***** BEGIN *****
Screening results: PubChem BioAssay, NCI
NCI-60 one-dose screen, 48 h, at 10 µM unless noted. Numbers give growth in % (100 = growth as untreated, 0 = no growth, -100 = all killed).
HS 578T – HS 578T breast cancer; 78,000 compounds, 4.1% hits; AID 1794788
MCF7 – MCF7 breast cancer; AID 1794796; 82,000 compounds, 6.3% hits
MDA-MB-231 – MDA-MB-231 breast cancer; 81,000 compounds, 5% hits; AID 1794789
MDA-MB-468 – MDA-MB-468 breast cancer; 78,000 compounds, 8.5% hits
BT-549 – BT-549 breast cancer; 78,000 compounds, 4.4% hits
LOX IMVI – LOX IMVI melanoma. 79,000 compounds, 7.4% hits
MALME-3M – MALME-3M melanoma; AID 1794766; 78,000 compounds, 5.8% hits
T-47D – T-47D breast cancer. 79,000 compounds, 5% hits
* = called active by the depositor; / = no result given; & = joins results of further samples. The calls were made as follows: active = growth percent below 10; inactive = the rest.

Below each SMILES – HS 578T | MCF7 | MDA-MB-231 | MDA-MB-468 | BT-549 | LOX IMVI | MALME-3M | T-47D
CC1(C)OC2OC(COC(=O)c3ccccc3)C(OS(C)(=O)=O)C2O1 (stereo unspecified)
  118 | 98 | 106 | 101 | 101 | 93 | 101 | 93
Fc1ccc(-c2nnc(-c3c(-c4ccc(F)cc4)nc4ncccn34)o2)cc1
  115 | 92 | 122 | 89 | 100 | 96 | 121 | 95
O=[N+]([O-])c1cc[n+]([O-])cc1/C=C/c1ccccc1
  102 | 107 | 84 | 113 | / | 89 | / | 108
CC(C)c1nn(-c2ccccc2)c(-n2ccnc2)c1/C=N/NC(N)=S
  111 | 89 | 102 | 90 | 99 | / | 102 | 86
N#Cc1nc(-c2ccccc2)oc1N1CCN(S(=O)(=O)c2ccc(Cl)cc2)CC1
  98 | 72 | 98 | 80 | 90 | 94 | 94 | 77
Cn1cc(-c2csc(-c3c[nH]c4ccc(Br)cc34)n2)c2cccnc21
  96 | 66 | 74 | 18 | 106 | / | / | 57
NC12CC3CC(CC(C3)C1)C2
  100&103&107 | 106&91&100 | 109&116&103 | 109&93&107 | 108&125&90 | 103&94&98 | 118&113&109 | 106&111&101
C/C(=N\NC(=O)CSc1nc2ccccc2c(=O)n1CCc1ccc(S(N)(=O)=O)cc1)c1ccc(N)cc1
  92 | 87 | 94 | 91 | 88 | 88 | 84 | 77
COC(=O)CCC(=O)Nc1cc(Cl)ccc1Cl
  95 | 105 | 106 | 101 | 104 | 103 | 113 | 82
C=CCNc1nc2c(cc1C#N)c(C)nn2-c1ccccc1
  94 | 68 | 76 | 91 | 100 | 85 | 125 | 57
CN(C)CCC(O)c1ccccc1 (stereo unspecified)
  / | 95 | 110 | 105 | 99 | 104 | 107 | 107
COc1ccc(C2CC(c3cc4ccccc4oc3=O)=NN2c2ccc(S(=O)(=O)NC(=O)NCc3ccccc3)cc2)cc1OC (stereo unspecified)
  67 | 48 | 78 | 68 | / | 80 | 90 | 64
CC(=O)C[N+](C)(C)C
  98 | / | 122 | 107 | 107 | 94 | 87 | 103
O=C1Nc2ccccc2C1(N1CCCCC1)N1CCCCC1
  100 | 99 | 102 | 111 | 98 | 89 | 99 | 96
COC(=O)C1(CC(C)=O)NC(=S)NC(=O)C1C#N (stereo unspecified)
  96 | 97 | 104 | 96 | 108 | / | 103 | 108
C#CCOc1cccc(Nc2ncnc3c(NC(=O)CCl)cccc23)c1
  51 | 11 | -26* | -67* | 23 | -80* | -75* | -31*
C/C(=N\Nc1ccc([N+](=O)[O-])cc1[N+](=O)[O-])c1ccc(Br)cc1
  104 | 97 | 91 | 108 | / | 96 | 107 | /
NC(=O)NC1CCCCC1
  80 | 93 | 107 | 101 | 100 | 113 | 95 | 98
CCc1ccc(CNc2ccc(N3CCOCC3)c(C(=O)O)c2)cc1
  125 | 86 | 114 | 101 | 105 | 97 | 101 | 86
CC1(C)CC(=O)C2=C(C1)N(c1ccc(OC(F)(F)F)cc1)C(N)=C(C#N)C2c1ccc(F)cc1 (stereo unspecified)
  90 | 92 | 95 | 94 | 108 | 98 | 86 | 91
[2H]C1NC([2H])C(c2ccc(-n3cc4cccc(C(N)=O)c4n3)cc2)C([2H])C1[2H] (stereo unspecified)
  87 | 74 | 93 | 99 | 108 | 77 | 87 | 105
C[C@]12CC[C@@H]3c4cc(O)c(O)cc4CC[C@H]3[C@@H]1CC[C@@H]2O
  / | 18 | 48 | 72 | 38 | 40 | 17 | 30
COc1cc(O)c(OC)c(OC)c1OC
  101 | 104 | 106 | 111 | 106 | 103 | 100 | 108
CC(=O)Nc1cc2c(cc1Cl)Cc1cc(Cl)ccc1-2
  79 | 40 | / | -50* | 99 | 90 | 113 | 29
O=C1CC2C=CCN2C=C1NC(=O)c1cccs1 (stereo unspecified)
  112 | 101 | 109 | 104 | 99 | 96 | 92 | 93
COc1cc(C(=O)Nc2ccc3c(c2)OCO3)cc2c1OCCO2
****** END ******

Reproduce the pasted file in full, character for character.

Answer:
Screening results: PubChem BioAssay, NCI
NCI-60 one-dose screen, 48 h, at 10 µM unless noted. Numbers give growth in % (100 = growth as untreated, 0 = no growth, -100 = all killed).
HS 578T – HS 578T breast cancer; 78,000 compounds, 4.1% hits; AID 1794788
MCF7 – MCF7 breast cancer; AID 1794796; 82,000 compounds, 6.3% hits
MDA-MB-231 – MDA-MB-231 breast cancer; 81,000 compounds, 5% hits; AID 1794789
MDA-MB-468 – MDA-MB-468 breast cancer; 78,000 compounds, 8.5% hits
BT-549 – BT-549 breast cancer; 78,000 compounds, 4.4% hits
LOX IMVI – LOX IMVI melanoma. 79,000 compounds, 7.4% hits
MALME-3M – MALME-3M melanoma; AID 1794766; 78,000 compounds, 5.8% hits
T-47D – T-47D breast cancer. 79,000 compounds, 5% hits
* = called active by the depositor; / = no result given; & = joins results of further samples. The calls were made as follows: active = growth percent below 10; inactive = the rest.

Below each SMILES – HS 578T | MCF7 | MDA-MB-231 | MDA-MB-468 | BT-549 | LOX IMVI | MALME-3M | T-47D
CC1(C)OC2OC(COC(=O)c3ccccc3)C(OS(C)(=O)=O)C2O1 (stereo unspecified)
  118 | 98 | 106 | 101 | 101 | 93 | 101 | 93
Fc1ccc(-c2nnc(-c3c(-c4ccc(F)cc4)nc4ncccn34)o2)cc1
  115 | 92 | 122 | 89 | 100 | 96 | 121 | 95
O=[N+]([O-])c1cc[n+]([O-])cc1/C=C/c1ccccc1
  102 | 107 | 84 | 113 | / | 89 | / | 108
CC(C)c1nn(-c2ccccc2)c(-n2ccnc2)c1/C=N/NC(N)=S
  111 | 89 | 102 | 90 | 99 | / | 102 | 86
N#Cc1nc(-c2ccccc2)oc1N1CCN(S(=O)(=O)c2ccc(Cl)cc2)CC1
  98 | 72 | 98 | 80 | 90 | 94 | 94 | 77
Cn1cc(-c2csc(-c3c[nH]c4ccc(Br)cc34)n2)c2cccnc21
  96 | 66 | 74 | 18 | 106 | / | / | 57
NC12CC3CC(CC(C3)C1)C2
  100&103&107 | 106&91&100 | 109&116&103 | 109&93&107 | 108&125&90 | 103&94&98 | 118&113&109 | 106&111&101
C/C(=N\NC(=O)CSc1nc2ccccc2c(=O)n1CCc1ccc(S(N)(=O)=O)cc1)c1ccc(N)cc1
  92 | 87 | 94 | 91 | 88 | 88 | 84 | 77
COC(=O)CCC(=O)Nc1cc(Cl)ccc1Cl
  95 | 105 | 106 | 101 | 104 | 103 | 113 | 82
C=CCNc1nc2c(cc1C#N)c(C)nn2-c1ccccc1
  94 | 68 | 76 | 91 | 100 | 85 | 125 | 57
CN(C)CCC(O)c1ccccc1 (stereo unspecified)
  / | 95 | 110 | 105 | 99 | 104 | 107 | 107
COc1ccc(C2CC(c3cc4ccccc4oc3=O)=NN2c2ccc(S(=O)(=O)NC(=O)NCc3ccccc3)cc2)cc1OC (stereo unspecified)
  67 | 48 | 78 | 68 | / | 80 | 90 | 64
CC(=O)C[N+](C)(C)C
  98 | / | 122 | 107 | 107 | 94 | 87 | 103
O=C1Nc2ccccc2C1(N1CCCCC1)N1CCCCC1
  100 | 99 | 102 | 111 | 98 | 89 | 99 | 96
COC(=O)C1(CC(C)=O)NC(=S)NC(=O)C1C#N (stereo unspecified)
  96 | 97 | 104 | 96 | 108 | / | 103 | 108
C#CCOc1cccc(Nc2ncnc3c(NC(=O)CCl)cccc23)c1
  51 | 11 | -26* | -67* | 23 | -80* | -75* | -31*
C/C(=N\Nc1ccc([N+](=O)[O-])cc1[N+](=O)[O-])c1ccc(Br)cc1
  104 | 97 | 91 | 108 | / | 96 | 107 | /
NC(=O)NC1CCCCC1
  80 | 93 | 107 | 101 | 100 | 113 | 95 | 98
CCc1ccc(CNc2ccc(N3CCOCC3)c(C(=O)O)c2)cc1
  125 | 86 | 114 | 101 | 105 | 97 | 101 | 86
CC1(C)CC(=O)C2=C(C1)N(c1ccc(OC(F)(F)F)cc1)C(N)=C(C#N)C2c1ccc(F)cc1 (stereo unspecified)
  90 | 92 | 95 | 94 | 108 | 98 | 86 | 91
[2H]C1NC([2H])C(c2ccc(-n3cc4cccc(C(N)=O)c4n3)cc2)C([2H])C1[2H] (stereo unspecified)
  87 | 74 | 93 | 99 | 108 | 77 | 87 | 105
C[C@]12CC[C@@H]3c4cc(O)c(O)cc4CC[C@H]3[C@@H]1CC[C@@H]2O
  / | 18 | 48 | 72 | 38 | 40 | 17 | 30
COc1cc(O)c(OC)c(OC)c1OC
  101 | 104 | 106 | 111 | 106 | 103 | 100 | 108
CC(=O)Nc1cc2c(cc1Cl)Cc1cc(Cl)ccc1-2
  79 | 40 | / | -50* | 99 | 90 | 113 | 29
O=C1CC2C=CCN2C=C1NC(=O)c1cccs1 (stereo unspecified)
  112 | 101 | 109 | 104 | 99 | 96 | 92 | 93
COc1cc(C(=O)Nc2ccc3c(c2)OCO3)cc2c1OCCO2